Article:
Treatments of Lupus
Right now, there are no known ways to cure this condition, but there are several ways that a person might try to control their symptoms. Typically the treatment goals fall into one of three categories: preventing flare-ups, treating symptoms when the patient has them, and reducing the damage that’s done to the joints and organs.
One of the most common ways that this condition is controlled is through lifestyle changes. For instance, a healthcare provider might recommend that a patient with the condition stay away from UV rays from the sun by wearing longer sleeves and plenty of sunscreen while out in the sun. A healthy diet full of vitamin D, calcium, and fish oil might also lessen symptoms. Finally, getting exercise and quitting smoking can help some people with this condition lessen their symptoms.
A doctor might also prescribe one or more of a range of medications. For instance, non-steroidal anti-inflammatory drugs (NSAIDs) can help reduce inflammation and pain, especially in the joints. Antimalarial medications can also help reduce the symptoms of lupus, especially when a woman is pregnant. For instance, rashes, joint pain, and fatigue can all be lessened with antimalarial drugs.
Corticosteroids, such as prednisone, are often used to reduce inflammation, and immunosuppressive drugs suppress the immune system so that it’s no longer attacking the body. Typically, immunosuppressive drugs are only used when there are big flare-ups that are damaging organs.
Disability Benefits for Lupus
Some people with this condition will need to apply for Social Security disability insurance, and there are some things that people who choose to do so will need to document to optimize their chances of getting a positive outcome from their claim.
While lupus is specifically listed in the SSA Blue Book of qualifying disabilities, there are a few criteria that anyone who is looking to apply should check to determine if they meet the qualifications. In order to qualify, the condition must be affecting at least two body systems, such as the kidneys or heart. The person must also be experiencing at least two of the following:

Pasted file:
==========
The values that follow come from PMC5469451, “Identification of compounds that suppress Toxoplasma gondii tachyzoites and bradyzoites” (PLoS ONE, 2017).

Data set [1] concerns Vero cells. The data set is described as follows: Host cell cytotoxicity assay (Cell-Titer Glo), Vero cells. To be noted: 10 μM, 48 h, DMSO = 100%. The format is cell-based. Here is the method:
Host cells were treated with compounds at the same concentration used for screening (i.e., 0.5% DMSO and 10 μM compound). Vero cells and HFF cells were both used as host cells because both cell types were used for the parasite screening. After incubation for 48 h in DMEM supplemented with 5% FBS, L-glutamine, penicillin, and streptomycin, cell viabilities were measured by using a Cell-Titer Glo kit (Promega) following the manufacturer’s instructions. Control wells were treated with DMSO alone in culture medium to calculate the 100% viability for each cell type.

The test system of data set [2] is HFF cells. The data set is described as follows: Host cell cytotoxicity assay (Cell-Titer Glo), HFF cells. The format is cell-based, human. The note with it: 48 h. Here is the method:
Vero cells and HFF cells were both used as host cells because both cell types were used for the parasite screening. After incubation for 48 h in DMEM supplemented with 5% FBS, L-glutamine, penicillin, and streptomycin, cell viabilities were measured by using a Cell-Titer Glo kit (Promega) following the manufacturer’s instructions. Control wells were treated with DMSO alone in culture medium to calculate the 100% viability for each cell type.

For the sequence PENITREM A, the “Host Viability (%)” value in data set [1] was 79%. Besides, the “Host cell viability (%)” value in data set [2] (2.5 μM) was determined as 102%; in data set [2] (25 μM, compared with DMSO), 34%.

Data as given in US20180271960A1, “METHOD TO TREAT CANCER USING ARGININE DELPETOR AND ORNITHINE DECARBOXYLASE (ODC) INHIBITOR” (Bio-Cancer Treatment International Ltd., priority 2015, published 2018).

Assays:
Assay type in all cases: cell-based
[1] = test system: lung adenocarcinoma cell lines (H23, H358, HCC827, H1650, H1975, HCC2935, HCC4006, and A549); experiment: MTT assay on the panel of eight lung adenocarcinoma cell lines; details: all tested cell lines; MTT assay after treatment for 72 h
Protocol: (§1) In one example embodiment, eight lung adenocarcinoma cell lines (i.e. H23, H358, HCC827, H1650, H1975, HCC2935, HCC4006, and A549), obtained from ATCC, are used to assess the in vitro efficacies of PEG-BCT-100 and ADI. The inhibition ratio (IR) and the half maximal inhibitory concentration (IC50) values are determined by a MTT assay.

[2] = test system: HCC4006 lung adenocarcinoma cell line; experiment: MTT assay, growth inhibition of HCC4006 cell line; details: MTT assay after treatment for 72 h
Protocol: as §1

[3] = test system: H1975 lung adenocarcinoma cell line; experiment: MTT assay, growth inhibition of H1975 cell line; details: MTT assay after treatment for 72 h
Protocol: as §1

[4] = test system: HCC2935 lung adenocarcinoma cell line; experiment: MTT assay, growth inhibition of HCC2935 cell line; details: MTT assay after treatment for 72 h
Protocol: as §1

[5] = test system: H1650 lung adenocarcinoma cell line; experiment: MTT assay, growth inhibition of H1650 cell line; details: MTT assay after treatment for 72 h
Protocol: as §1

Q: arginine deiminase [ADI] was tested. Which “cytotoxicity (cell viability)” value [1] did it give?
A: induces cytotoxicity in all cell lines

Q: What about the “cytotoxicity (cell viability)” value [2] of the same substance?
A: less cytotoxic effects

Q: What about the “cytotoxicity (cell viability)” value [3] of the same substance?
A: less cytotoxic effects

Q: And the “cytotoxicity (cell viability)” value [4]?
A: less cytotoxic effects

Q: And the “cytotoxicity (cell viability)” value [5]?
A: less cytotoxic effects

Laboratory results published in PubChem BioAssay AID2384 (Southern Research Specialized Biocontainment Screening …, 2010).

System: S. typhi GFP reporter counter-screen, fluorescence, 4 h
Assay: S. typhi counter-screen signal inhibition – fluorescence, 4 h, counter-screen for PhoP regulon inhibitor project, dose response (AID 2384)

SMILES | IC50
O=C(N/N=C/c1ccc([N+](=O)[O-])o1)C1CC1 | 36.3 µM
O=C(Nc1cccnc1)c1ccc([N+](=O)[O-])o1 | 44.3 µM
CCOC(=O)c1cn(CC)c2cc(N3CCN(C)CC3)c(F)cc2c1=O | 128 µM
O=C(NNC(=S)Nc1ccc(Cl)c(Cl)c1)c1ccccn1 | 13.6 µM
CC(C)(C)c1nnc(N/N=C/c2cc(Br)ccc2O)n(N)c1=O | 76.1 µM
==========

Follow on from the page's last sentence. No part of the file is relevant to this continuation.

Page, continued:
- Involuntary, unexplained weight loss
- Fatigue that results in difficulties thinking or low physical activity
- Feelings of illness that make it difficult to think or do physical activities
If the person isn’t experiencing all of the above criteria, they don’t meet the standards to receive benefits for the condition, but they can also apply based on the following requirements.
The person applying must be experiencing at least two of the above symptoms, and they must be meet at least one of the following criteria because of their lupus symptoms:
- Social functioning limitations
- Daily living and activities limitations
- Difficulties maintaining focus, which results in an inability to complete tasks
Taking care to submit the medical evidence is very important when you’re applying for disability benefits. For instance, an applicant will need to give medical evidence of several criteria for it to be recognized as this condition by the Social Security Administration.
How We Can Help
There are several ways in which the team at Osterhout Berger Disability Law can help you receive the benefit you deserve. We help individuals who need to…
- Apply for Social Security Benefits and want to ensure everything is done right the first time
- Appeal a denial of Social Security Disability Benefits
- Appeal an existing denial of Long Term Disability (LTD) Benefits
If you are facing one of these situations due to Lupus, please do not hesitate in reaching out. Our team of experienced attorneys are here to help, and your consultation is free.